Trial and execution

The execution of William Flower William Flower.gif
The execution of William Flower

Brought before Edmund Bonner, Bishop of London at the consistory court, Flower eventually repented for injuring the priest but refused to repent for the reason why he had done so. Bonner excommunicated him and then turned him over to the secular court whereupon he was sentenced to have his hand cut off and then be burnt at the stake.

Edmund Bonner Bishop of London, was an English bishop

Edmund Bonner was Bishop of London from 1539–49 and again from 1553-59.

Bishop of London third most senior bishop of the Church of England

The Bishop of London is the ordinary of the Church of England Diocese of London in the Province of Canterbury.

On 24 April 1555 Flower was brought to St Margaret's Church and outside the churchyard was tied to a stake and his right hand cut off. Flower did not flinch at this:

And thus fire was set unto him, who burning therein, cried with a loud voice, "O the Son of God, have mercy upon me! O the Son of God, receive my soul!" three times; and so his speech being taken from him, he spake no more, lifting up, notwithstanding, his stump with his other arm, as long as he could. And thus endured this constant witness and faithful servant of God the extremity of the fire, being therein cruelly handled, by reason that to his burning little wood was brought; so that for lack of faggots, there being not sufficient to burn him, they were fain to strike him down into the fire; where he lying along (which was doleful to behold) upon the ground, his nether part was consumed in the fire, whilst his upper part was clean without the fire, his tongue in all men's sight still moving in his mouth. [1]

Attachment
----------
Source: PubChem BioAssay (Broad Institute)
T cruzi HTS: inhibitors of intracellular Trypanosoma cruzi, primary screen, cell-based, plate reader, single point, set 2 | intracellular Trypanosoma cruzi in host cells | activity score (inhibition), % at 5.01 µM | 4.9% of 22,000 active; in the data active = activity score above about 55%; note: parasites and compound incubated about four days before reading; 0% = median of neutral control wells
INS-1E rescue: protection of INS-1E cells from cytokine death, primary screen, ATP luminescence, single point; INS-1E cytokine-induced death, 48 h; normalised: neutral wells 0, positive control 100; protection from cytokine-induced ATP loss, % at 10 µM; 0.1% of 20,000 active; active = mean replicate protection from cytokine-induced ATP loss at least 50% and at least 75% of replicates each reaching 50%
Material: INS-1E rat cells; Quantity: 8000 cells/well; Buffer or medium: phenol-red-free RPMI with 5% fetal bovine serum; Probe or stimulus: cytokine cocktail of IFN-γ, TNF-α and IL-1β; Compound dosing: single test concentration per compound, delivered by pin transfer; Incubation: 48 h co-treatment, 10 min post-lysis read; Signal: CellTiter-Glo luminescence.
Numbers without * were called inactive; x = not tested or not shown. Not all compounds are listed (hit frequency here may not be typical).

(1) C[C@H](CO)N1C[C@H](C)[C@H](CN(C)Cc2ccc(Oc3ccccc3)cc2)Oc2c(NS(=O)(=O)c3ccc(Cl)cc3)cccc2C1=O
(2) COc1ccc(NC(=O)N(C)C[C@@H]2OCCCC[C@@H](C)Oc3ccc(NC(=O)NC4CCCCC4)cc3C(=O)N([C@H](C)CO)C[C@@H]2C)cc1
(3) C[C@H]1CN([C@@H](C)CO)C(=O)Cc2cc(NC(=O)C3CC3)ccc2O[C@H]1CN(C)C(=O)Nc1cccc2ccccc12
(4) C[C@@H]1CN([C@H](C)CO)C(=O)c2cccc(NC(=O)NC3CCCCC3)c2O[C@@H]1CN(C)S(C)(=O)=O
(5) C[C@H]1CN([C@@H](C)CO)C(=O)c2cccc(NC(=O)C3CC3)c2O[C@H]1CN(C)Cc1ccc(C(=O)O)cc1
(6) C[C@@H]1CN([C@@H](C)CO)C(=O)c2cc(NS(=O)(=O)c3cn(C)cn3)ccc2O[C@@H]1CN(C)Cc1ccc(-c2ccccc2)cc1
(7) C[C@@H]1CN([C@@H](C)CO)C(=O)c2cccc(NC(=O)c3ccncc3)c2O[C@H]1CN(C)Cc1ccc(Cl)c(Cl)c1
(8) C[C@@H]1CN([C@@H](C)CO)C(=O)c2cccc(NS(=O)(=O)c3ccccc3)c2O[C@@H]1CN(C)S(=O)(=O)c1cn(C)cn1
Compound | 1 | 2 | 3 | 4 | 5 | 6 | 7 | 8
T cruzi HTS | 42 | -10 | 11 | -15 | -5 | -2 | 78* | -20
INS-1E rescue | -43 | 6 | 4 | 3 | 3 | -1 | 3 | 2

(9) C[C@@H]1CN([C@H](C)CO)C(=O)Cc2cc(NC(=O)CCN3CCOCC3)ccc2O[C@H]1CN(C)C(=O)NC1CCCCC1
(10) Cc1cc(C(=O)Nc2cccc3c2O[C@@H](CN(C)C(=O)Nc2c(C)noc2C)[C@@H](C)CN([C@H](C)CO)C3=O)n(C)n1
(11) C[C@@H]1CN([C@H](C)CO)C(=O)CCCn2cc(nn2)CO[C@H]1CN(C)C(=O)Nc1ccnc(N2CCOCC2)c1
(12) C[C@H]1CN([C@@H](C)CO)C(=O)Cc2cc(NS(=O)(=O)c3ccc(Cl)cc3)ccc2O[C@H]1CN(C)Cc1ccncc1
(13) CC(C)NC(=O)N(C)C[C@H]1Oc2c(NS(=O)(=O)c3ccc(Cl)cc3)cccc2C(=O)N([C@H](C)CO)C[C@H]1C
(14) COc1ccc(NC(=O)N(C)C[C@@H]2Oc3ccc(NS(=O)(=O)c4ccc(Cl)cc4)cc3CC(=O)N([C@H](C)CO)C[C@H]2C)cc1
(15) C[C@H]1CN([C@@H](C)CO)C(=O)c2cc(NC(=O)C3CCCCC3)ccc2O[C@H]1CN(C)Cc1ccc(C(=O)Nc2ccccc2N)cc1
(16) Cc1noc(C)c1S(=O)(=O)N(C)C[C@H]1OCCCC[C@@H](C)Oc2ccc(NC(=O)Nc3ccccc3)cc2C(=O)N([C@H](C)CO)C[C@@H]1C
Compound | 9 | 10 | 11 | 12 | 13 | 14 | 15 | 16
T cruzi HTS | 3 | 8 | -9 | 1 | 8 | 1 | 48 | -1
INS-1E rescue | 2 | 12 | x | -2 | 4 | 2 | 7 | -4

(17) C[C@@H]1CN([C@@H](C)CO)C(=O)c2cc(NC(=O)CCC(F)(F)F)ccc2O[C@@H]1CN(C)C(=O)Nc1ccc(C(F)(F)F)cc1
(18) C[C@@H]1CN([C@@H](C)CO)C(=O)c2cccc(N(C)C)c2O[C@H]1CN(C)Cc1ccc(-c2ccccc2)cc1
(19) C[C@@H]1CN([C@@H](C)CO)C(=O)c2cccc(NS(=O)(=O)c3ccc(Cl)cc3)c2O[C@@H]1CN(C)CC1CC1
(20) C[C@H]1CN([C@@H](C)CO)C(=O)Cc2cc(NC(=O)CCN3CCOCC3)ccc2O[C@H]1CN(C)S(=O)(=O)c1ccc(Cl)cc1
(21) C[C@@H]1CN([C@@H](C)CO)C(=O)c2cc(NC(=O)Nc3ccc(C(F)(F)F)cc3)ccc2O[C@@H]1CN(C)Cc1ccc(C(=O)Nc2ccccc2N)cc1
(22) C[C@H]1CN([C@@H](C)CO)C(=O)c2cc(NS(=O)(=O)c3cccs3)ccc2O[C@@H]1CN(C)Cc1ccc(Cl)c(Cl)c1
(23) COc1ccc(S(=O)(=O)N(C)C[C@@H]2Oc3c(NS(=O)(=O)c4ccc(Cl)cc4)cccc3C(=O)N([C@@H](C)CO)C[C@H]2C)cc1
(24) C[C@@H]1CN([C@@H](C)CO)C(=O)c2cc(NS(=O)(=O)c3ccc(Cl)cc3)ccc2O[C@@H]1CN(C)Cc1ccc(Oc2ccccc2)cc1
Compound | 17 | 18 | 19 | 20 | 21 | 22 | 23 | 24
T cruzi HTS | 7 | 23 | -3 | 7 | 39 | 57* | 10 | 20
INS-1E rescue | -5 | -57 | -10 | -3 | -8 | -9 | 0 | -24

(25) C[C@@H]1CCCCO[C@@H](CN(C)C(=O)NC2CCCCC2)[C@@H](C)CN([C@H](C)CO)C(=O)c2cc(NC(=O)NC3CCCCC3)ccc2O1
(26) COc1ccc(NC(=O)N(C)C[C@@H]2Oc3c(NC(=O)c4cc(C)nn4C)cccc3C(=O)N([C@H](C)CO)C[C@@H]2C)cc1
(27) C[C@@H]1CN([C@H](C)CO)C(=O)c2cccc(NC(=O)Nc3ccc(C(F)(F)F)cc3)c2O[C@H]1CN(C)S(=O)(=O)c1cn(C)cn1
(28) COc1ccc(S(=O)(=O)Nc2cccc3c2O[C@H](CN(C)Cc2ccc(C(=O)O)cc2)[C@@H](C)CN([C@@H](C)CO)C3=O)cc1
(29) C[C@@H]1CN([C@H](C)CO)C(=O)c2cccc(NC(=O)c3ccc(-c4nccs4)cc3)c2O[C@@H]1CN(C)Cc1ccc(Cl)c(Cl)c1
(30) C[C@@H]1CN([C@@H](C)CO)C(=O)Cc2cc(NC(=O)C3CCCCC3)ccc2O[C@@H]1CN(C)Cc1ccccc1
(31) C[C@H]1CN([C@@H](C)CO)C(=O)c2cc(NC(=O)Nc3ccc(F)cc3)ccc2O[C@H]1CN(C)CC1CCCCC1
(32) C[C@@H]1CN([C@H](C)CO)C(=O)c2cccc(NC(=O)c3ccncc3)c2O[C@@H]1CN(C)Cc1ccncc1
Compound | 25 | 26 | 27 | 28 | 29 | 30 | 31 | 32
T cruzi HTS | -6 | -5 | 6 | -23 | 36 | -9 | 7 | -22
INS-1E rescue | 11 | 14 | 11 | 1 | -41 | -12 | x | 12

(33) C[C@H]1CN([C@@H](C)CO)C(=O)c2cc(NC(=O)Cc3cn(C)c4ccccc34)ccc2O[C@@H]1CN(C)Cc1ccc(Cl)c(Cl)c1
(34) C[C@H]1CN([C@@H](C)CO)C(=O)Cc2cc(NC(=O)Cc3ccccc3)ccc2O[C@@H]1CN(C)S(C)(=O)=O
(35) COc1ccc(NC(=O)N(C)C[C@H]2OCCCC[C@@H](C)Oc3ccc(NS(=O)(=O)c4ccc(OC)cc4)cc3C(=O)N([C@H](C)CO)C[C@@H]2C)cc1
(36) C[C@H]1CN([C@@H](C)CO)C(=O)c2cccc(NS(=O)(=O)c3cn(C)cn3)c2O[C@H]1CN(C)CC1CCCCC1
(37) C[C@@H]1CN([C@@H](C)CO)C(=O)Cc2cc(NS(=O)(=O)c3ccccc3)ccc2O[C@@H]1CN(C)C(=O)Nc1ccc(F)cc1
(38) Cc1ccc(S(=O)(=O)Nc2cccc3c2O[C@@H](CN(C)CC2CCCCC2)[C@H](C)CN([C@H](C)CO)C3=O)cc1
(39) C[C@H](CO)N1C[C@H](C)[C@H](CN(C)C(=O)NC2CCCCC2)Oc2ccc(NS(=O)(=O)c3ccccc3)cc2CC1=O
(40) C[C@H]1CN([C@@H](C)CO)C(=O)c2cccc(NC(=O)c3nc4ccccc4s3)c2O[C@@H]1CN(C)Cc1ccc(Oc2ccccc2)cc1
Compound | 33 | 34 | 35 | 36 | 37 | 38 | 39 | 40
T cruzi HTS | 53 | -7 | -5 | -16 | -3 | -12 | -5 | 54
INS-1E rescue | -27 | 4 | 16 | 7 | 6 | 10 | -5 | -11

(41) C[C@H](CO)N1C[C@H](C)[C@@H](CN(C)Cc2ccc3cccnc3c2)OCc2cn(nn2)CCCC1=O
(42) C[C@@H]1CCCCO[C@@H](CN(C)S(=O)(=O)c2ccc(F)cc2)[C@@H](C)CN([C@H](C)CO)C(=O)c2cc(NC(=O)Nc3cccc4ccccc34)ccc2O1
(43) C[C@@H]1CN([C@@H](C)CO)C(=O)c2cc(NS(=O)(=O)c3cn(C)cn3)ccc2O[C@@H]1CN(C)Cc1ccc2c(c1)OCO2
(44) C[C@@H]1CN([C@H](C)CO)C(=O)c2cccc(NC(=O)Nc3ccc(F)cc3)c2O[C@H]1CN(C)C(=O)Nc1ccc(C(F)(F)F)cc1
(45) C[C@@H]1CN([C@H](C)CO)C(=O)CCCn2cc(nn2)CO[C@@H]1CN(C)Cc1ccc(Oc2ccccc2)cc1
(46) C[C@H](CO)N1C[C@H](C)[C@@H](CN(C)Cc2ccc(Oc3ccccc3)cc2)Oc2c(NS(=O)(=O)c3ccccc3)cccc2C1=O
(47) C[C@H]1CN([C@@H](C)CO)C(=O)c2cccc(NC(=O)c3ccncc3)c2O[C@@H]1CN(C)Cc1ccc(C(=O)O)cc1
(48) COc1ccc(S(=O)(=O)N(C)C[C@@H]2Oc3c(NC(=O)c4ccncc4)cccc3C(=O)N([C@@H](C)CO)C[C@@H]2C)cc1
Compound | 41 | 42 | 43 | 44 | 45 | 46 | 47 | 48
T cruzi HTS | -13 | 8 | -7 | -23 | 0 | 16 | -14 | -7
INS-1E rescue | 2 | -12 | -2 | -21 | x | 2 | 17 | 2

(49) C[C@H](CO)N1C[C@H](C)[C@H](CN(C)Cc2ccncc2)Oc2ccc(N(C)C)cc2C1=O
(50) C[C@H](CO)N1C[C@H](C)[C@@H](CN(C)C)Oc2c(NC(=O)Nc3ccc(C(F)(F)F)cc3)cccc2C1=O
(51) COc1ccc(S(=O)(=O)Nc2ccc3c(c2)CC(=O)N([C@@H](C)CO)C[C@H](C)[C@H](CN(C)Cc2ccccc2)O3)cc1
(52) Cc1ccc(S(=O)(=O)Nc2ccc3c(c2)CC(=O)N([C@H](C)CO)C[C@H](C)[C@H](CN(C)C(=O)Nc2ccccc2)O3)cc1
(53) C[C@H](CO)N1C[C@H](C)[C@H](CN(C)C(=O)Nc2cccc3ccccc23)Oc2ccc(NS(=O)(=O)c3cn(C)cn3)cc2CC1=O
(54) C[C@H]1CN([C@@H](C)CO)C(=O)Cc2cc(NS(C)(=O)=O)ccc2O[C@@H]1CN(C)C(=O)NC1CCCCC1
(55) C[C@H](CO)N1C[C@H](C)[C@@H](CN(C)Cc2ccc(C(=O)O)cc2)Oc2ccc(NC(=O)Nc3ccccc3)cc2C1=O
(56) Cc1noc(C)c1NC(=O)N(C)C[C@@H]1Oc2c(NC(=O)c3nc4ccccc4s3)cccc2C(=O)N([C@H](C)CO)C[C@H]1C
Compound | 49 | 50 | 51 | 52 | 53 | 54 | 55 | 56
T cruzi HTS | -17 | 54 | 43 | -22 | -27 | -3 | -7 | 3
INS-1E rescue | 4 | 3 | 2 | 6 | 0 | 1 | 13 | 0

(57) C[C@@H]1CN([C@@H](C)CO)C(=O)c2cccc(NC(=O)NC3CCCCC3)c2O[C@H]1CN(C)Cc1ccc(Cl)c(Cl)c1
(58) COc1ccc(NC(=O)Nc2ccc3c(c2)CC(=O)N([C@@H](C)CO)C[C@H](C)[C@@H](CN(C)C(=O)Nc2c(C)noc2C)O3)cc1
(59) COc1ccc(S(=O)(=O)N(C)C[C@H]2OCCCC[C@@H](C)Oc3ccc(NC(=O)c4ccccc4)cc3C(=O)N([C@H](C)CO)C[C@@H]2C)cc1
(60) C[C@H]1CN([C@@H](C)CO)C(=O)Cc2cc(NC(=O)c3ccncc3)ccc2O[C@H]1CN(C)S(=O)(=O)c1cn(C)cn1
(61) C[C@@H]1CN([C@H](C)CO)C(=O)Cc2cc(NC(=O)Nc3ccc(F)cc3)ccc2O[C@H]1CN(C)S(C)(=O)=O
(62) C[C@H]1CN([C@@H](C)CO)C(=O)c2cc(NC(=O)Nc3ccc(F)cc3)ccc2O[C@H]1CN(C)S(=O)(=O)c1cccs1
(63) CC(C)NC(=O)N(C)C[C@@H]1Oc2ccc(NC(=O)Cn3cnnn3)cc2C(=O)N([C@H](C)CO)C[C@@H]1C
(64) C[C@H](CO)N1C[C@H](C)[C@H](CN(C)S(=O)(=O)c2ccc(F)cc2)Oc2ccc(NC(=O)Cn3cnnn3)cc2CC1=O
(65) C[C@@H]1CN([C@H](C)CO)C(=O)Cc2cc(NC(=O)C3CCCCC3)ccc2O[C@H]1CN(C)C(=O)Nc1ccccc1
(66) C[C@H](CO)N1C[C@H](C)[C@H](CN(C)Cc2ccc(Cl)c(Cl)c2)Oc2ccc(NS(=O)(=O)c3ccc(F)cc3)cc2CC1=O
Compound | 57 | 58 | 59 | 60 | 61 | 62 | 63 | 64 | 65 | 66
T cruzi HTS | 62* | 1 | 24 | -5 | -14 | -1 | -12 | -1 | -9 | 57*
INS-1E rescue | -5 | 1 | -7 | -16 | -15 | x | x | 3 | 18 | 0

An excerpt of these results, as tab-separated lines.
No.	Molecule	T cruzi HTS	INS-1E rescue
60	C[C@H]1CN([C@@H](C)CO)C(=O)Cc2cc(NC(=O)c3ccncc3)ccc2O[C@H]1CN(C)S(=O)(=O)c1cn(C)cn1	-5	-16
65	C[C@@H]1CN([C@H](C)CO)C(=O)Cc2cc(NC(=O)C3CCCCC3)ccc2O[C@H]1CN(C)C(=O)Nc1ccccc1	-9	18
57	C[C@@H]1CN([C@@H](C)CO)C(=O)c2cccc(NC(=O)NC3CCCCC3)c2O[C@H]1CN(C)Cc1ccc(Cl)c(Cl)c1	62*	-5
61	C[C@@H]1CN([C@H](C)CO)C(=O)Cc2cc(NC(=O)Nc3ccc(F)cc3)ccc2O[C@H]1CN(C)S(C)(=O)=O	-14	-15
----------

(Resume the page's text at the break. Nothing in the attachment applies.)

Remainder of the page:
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  1. John Foxe (1841). John Cumming (ed.). Actes and monuments of these latter and perillous dayes. 3. pp. 148–155.